N.L. Third Base:
Finalists – Chase Headley (Padres), Aramis Ramirez (Brewers), David Wright (Mets)
This is the closest race so far, as all three of these guys are grouped tightly way ahead of the rest of the pack at their position. Ramirez had a .977 fielding percentage, Headley had a .976, and Wright had a .974 this year…so how do you choose? Even though Ramirez had the best percentage, Headley had 125 more chances and only made 3 more errors, plus his range factor was the best in the league.
Finalists – Elvis Andrus (Rangers), J.J. Hardy (Orioles), Brendan Ryan (Mariners)
Look, all three of these guys are good shortstops, but it’s inexplicable that Jhonny Peralta was left off this. He only made 7 errors all season! Andrus had a worse fielding percentage than Derek Jeter, so he’s out right off the bat. Ryan is one of the most exciting shortstops in baseball and can grow a great mustache. Sorry Seattle fans, that’s not enough – Hardy and his league-leading 6 errors take the cake here.
Finalists – Zack Cozart (Reds), Ian Desmond (Nationals), Jose Reyes (Marlins), Jimmy Rollins (Phillies)
It’s really a three-horse race between Cozart, Reyes and Rollins (the Mets’ Ruben Tejada should have had Desmond’s spot), and I’m giving it to the wily vet in Philadelphia for having the most impressive all-around defensive numbers at the position. Cozart is definitely a future winner though. As for anyone calling for Brandon Crawford? Yes, he had a great postseason defensively, but also had the second-most errors and third-worst fielding percentage in the league.
A.L. Left Field:
Finalists – Alex Gordon (Royals), Desmond Jennings (Rays), David Murphy (Rangers)
Let me explain myself – major props to Jennings (0 errors this year) and Murphy (1 error), but Gordon and his 2 errors are going to win his second consecutive Gold Glove. Yes, you have to be able to catch the ball and all three players do that supremely well. But you need to have an arm too, and Gordon blew away the competition with 17 outfield assists in 2012.
N.L. Left Field:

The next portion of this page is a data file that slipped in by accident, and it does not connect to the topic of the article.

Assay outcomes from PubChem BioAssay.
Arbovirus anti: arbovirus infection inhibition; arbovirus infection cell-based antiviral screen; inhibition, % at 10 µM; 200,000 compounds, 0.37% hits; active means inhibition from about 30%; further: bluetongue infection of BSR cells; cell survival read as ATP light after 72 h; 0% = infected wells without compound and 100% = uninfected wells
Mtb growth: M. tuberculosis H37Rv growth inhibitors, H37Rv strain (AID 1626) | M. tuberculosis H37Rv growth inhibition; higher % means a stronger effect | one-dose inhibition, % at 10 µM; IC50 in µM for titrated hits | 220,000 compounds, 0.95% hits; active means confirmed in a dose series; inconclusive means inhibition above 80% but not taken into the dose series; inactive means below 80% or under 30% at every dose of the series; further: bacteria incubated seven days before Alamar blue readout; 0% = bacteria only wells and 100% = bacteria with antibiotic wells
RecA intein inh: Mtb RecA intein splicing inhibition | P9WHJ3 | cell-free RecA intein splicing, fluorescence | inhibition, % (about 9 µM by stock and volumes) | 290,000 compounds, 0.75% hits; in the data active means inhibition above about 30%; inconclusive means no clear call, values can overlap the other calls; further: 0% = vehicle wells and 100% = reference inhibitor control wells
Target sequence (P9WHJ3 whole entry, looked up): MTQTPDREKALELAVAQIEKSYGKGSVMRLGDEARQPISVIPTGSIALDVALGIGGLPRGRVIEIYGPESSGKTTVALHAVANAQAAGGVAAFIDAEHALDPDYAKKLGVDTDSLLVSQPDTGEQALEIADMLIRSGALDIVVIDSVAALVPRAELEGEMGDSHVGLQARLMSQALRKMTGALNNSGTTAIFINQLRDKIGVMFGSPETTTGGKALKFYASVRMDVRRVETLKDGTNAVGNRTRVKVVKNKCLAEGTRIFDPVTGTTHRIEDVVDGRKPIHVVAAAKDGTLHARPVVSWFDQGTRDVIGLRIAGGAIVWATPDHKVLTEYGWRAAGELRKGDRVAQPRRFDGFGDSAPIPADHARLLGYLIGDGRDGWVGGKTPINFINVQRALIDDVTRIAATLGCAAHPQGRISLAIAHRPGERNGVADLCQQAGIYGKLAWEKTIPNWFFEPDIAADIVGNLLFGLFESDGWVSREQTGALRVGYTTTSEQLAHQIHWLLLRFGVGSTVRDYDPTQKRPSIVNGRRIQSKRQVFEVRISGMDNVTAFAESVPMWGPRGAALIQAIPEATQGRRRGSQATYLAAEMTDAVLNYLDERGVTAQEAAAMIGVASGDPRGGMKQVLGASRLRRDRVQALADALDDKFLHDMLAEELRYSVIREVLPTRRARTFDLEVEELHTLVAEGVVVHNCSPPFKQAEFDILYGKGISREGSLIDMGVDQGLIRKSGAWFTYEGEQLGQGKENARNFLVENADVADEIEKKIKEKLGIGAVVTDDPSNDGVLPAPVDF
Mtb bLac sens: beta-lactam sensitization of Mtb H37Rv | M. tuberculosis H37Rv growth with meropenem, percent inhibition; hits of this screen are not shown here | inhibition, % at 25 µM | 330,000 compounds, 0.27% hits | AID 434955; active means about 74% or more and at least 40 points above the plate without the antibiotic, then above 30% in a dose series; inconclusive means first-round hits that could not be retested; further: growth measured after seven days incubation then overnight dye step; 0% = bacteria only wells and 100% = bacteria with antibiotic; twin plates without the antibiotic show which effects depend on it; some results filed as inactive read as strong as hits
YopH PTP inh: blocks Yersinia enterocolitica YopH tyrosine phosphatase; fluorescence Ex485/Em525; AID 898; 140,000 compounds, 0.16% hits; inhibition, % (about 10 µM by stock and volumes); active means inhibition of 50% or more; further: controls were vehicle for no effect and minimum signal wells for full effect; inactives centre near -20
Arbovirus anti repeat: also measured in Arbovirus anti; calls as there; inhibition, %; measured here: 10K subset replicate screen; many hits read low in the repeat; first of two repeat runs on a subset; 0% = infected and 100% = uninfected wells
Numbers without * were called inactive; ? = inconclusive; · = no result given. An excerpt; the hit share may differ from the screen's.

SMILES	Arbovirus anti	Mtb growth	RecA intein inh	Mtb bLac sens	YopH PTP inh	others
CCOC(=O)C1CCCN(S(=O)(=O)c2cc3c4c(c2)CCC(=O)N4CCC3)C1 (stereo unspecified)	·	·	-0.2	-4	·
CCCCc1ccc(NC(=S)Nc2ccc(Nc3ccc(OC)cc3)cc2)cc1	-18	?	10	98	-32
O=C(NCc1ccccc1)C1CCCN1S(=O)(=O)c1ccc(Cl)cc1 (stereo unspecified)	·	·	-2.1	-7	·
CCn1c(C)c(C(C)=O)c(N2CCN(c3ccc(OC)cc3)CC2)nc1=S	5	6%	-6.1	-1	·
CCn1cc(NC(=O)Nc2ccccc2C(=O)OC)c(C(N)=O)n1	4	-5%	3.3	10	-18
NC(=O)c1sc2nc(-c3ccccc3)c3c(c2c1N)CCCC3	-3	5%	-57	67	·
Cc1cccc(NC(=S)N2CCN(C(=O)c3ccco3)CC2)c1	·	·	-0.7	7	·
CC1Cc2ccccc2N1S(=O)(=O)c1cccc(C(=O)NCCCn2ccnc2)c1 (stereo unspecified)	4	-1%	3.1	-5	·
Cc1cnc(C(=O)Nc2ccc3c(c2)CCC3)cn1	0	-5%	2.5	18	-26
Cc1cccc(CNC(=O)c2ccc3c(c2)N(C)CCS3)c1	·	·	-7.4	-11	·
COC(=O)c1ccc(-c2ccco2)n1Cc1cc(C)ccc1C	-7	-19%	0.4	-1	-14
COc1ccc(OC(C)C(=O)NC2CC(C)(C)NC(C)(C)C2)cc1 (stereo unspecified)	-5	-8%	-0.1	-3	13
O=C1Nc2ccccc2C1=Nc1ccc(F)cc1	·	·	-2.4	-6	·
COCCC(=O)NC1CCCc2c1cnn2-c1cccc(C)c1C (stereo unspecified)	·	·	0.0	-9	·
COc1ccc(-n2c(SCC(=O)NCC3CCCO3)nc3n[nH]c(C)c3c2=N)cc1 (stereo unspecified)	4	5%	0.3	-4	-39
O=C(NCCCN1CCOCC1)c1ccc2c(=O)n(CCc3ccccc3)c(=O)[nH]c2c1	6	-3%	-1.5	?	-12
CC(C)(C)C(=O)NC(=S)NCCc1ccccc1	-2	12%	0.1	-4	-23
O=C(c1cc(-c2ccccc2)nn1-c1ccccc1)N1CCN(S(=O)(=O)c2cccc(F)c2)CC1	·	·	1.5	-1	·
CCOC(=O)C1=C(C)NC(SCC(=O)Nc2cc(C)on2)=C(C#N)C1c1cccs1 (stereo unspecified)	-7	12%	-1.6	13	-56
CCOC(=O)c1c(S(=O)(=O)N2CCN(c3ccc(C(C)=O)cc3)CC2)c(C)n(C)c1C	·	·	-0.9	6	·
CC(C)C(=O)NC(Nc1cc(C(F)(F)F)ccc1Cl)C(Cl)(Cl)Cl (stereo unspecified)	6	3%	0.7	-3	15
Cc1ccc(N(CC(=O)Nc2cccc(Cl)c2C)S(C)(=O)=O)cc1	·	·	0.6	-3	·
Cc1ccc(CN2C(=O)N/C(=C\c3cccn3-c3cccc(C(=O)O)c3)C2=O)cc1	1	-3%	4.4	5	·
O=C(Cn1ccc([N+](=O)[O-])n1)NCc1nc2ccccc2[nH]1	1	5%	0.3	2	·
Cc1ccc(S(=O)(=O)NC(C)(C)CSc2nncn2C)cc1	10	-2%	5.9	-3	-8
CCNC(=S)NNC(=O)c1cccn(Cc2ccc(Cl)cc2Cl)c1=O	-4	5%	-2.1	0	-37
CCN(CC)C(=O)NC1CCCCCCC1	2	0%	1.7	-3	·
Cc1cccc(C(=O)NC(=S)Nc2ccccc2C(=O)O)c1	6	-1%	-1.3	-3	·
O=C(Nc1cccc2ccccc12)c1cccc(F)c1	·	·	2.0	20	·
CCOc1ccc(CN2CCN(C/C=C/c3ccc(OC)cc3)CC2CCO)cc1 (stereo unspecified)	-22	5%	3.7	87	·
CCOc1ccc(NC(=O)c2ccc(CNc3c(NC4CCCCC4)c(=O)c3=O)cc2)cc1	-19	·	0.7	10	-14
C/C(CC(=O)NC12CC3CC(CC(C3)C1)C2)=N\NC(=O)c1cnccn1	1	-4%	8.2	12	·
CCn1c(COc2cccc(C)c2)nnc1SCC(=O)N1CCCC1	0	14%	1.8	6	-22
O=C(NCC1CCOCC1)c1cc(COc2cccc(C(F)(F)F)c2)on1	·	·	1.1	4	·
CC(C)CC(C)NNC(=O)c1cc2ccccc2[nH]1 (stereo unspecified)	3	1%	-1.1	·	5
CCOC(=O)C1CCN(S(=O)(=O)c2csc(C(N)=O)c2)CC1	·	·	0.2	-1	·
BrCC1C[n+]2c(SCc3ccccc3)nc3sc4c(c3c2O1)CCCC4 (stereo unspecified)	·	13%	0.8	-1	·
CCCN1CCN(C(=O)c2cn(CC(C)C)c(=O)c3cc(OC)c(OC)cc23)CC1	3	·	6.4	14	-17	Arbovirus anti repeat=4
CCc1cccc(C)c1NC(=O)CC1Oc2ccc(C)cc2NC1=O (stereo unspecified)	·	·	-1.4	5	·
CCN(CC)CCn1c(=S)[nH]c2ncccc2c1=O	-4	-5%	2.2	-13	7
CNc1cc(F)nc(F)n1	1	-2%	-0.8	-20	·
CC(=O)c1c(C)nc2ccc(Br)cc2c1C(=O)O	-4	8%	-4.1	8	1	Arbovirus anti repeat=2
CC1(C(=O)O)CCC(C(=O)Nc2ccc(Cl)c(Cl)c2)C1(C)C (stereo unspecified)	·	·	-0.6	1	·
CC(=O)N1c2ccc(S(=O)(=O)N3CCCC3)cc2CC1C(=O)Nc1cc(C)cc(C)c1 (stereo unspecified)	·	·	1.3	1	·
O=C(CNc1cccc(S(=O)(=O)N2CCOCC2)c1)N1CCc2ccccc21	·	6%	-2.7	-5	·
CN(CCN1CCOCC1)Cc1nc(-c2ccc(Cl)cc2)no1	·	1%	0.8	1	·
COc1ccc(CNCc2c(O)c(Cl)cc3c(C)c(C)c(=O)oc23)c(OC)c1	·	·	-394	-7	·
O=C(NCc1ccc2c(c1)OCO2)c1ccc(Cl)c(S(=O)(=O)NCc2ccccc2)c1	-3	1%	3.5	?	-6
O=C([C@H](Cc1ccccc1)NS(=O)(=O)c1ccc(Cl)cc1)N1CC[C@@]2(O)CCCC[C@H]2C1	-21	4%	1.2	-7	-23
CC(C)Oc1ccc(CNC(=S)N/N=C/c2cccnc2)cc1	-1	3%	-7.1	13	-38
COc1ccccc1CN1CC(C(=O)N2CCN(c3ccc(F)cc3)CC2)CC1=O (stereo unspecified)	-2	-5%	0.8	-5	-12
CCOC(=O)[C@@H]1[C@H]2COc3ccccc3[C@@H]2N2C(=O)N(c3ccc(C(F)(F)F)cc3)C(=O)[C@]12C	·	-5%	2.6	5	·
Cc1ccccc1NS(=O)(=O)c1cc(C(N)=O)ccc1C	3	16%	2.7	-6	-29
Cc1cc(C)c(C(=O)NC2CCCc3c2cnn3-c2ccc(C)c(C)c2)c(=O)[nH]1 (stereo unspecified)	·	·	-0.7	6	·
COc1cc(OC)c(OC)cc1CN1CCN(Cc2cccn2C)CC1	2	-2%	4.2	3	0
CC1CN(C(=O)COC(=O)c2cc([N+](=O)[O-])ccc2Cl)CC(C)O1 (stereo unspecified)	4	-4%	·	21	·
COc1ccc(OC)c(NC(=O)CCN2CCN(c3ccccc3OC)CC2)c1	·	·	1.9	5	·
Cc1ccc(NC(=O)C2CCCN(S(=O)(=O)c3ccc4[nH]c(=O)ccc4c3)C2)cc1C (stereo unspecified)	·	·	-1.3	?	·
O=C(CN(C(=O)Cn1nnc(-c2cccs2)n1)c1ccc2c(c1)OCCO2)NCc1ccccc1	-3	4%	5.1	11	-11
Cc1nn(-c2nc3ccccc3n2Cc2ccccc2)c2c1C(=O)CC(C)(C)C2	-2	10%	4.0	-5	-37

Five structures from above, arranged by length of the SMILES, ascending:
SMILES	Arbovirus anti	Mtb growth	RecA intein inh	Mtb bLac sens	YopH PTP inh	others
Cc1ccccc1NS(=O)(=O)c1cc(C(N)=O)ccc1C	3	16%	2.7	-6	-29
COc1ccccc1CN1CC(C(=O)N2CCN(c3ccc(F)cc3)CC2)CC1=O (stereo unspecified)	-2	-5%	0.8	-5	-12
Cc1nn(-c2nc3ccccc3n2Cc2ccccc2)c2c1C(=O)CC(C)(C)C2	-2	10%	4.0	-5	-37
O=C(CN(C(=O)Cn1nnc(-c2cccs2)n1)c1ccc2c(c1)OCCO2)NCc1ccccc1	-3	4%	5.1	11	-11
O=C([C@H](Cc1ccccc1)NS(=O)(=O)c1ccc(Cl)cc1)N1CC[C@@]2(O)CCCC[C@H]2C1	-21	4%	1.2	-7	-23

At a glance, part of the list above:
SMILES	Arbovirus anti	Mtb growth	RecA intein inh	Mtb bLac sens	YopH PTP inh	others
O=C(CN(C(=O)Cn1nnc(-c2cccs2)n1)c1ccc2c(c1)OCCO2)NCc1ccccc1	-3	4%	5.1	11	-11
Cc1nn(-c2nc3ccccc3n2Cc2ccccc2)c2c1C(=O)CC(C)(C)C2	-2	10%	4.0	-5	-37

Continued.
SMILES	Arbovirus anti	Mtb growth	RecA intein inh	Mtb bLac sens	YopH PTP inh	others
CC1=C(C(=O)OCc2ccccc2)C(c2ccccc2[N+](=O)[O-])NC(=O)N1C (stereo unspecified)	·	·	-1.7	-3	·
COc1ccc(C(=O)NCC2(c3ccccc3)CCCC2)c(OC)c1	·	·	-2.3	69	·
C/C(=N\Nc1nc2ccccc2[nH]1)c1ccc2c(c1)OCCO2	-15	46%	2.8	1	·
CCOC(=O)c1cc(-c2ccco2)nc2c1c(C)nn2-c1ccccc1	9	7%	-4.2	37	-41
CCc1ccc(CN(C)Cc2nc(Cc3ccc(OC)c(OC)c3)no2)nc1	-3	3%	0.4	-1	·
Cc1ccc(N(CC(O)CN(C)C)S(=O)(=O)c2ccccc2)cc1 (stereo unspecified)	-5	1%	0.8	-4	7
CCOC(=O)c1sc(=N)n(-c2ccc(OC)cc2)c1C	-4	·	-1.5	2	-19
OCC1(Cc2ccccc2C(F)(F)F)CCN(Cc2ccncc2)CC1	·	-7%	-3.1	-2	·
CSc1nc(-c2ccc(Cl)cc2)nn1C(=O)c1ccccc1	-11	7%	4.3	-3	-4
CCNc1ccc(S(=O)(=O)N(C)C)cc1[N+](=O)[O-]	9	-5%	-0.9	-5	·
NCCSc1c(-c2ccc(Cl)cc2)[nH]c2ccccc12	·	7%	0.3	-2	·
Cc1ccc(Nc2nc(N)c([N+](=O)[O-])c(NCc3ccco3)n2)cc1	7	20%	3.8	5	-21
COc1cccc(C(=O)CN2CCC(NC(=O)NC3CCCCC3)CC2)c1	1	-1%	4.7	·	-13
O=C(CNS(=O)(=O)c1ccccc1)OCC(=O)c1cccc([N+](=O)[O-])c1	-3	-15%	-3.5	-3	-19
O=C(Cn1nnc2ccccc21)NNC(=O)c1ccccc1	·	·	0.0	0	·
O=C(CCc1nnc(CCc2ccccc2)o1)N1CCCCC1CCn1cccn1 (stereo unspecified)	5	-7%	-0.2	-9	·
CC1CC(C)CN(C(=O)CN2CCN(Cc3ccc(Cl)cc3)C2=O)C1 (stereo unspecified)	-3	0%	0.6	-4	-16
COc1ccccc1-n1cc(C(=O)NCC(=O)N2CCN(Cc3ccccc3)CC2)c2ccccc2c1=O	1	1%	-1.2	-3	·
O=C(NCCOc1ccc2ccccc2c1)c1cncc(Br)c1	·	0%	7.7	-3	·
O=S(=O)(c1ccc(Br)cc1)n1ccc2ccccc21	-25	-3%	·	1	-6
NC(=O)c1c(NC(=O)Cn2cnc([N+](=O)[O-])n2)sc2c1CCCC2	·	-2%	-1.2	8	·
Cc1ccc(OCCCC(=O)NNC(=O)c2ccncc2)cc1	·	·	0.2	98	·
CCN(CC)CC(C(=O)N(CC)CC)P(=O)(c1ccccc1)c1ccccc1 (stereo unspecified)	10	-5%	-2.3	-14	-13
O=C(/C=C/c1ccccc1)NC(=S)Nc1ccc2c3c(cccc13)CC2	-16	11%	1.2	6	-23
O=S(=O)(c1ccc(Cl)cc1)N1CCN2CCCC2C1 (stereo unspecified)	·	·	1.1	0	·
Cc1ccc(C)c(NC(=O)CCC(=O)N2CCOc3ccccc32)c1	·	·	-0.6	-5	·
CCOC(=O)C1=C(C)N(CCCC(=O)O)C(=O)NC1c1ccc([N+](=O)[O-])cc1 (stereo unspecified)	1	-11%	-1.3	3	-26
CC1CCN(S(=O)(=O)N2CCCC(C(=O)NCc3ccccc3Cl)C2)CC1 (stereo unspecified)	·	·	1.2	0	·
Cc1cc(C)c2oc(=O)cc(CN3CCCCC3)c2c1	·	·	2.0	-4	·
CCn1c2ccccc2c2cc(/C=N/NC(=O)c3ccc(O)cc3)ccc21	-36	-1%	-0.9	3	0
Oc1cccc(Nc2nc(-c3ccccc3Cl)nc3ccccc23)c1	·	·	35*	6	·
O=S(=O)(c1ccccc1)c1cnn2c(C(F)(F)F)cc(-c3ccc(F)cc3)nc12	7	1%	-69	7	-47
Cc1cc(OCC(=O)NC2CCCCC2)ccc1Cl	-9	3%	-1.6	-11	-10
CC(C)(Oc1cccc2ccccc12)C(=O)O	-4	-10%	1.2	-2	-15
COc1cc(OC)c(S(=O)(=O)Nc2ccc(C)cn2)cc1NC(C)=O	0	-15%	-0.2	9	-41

Finalists – Ryan Braun (Brewers), Carlos Gonzalez (Rockies), Martin Prado (Braves)
This is definitely the most messed up voting by the managers and coaches so far, as these three were the bottom three performers among qualifiers at their position. Surprisingly enough, the two strongest candidates were Jason Kubel and Alfonso Soriano. Prado gets the edge for making half as many errors as Braun and having the most outfield assists of the three.
A.L. Center Field:
Finalists – Austin Jackson (Tigers), Adam Jones (Orioles), Mike Trout (Angels)
It should be Jackson, but will be Trout. Jackson had better numbers across the board defensively, though not by much. Trout only had 2 outfield assists, but made just 2 errors (Jackson had 1) and robbed at least four home runs. Surprisingly, Jones was one of the worst statistical center fielders, even though he’s extremely athletic out there. Again, it should be Jackson’s Gold Glove, but no way Trout won’t add this to his trophy case.
N.L. Center Field:
Finalists – Michael Bourn (Braves), Andrew McCutchen (Pirates), Drew Stubbs (Reds)
Angel Pagan, Carlos Gomez and Cameron Maybin all have stronger cases for this award than Stubbs, but for some reason managers and coaches LOVE the Reds’ defense (MLB-best 6 finalists). Neither Bourn nor McCutchen had many outfield assists, but both were stellar defensively. Even though the award should probably go to Jon Jay of St. Louis, it’ll be McCutchen edging out Bourn because of one less error.
A.L. Right Field:
Finalists – Shin-Soo Choo (Indians), Jeff Francoeur (Royals), Josh Reddick (A’s)
Reddick was a revelation in all facets of the game, making some of the most eye-popping plays of the year for the A’s in 2012, but 5 errors will outweigh his high range factor and 14 assists. It’s especially difficult to compete with Francoeur, who had less errors and a league-leading 19 assists. Choo had a great fielding percentage, but didn’t throw enough guys out to compete. That means the Royals’ corner outfielders threw out 36 guys on the base paths combined this year. Wow.
N.L. Right Field:
Finalists – Jay Bruce (Reds), Andre Ethier (Dodgers), Jason Heyward (Braves)
Etheir won his Gold Glove in 2011 because he didn’t make an error all season and had a lot of outfield assists. His numbers declined a bit in 2012, but he was still worthy of a final spot. Bruce on the other hand? That spot should have definitely gone to Justin Upton or Carlos Beltran. Even tho Ethier had less errors and a slightly better fielding percentage than Heyward, you have to give J-Hey the Gold Glove for his 11 outfield assists this year, which was tops in the league.
Finalists – Jeremy Hellickson (Rays), Jake Peavy (White Sox), C.J. Wilson (Angels)
Ah, the most random and pointless Gold Glove award. Don’t get me wrong, it’s important for pitchers to field their positions cleanly, but if we are talking about numbers, there is about a 37-way tie in each league. Technically, the most impressive line goes to Hiroki Kuroda of the Yankees, but his name doesn’t appear. Among the three finalists, Peavy had the least errors and most double plays turned.
Finalists – Bronson Arroyo (Reds), Mark Buehrle (Marlins), Clayton Kershaw (Dodgers)
All three of these guys are widely known for fielding their positions well, and while I’d love to give my boy Kershaw some love, I’ll let him keep his 2011 Cy Young Award and 2012 Roberto Clemente Award to themselves. All 3 guys made 0 errors this year, but Buehrle dominated in range factor and turned the most double plays. And making this play in 2010 earned him free Gold Gloves for the rest of his life. Geez, still the coolest play ever!
– Jeremy Dorn (@Jamblinman)